The Conservative Logic of Gay Marriage

If you feel queezy about homosexuality, my sympathy. We have all been raised in a culture that identifies homosexuality as a defect if not a sin. It would be dishonest if we were to pretend that we can escape our socialization but we can rely on reason for reflection.

On occasion of New Hampshire domestic partnership law, let me share a short syllogism about the conservative point of view.

People who have sex ought to be married.
Gay people will have sex.
Therefore gay people ought to be married.

Of course, most “conservatives” believe nothing of the sort. Relying on the assertion that marriage ought to be limited to one man and one woman, conservatives typically reject gay marriage and its functional equivalent civil union. If put on the spot with respect to gay marriage, many conservatives will argue that marriage is a shelter for raising children.

On the other hand, I have yet to encounter a conservative who would argue that government should annul the marriages of infertile couples. More to the point, conservatives do not even advocate annulment for couples that refuse to have children. And the most conservative individuals will actually insist that you ought to be married before having sex even if people are relying on birth control.

Hence the conservative concept of marriage is actually not about children but about sex. Of course, children and sex connected but they are not the same thing.

Personally, I sympathize with the conservative point of view. Precisely because sex is at the root of human nature, it challenges us beyond the confines of procreation. The promises and problems of passion present themselves even in the absence of pregnancy.

Like every human being, gay people are born with the sex drive. The sex drive is a constitutive aspect of human nature. If one subscribes to conservative morality then one can exclude gay people from marriage only if one denies their humanity.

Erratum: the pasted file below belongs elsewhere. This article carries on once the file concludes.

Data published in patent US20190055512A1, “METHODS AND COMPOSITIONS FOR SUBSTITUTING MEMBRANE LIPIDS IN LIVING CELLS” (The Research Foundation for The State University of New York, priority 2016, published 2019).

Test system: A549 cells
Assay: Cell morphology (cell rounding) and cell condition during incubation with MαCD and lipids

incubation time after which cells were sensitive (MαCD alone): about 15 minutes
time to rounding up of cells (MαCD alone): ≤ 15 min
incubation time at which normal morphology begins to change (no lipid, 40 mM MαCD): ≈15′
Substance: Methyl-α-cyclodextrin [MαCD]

That is a price too high to pay. No one is safe in a society that can deny someone else’s humanity. If the powerful can deny humanity to others today, our humanity might be at stake tomorrow. More importantly, denying someone else’s humanity, however banal or well-meaning, is a monstrous thing to do and squanders our own humanity.

It’s better to acknowledge each other’s humanity. When we do, logic compels us to accept gay marriage.

Virtue does not come easy. It requires an effort. As conservatives, we have to make an effort to apply our principles evenly to all human beings. While reason cannot undo our socialization, it can bridle the prejudice that we have had to inherit. In the process, logic recovers our humanity.

That’s wonderful.

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11 Responses

  1. The Sacred Sister says:

    Hey Hellmut,
    Just gotta comment on this. Personally, I am all for gay marriage. I think if two people love one another than they have the right to be married, committed and share their lives– pure and simple.
    My TBM mother and I got into this debate a couple of years ago and her rational was that if the US allows gay marriage, then what’s next? Marriage to multiple partners? I quote, “So what if a person is married and wants to marry another person? Man or woman? Where will this nonsense stop?” To which I replied, “So if it was fine for Joseph Smith to be sealed to men, married women and children, then tell me again why this is wrong…?” She didn’t like that too much.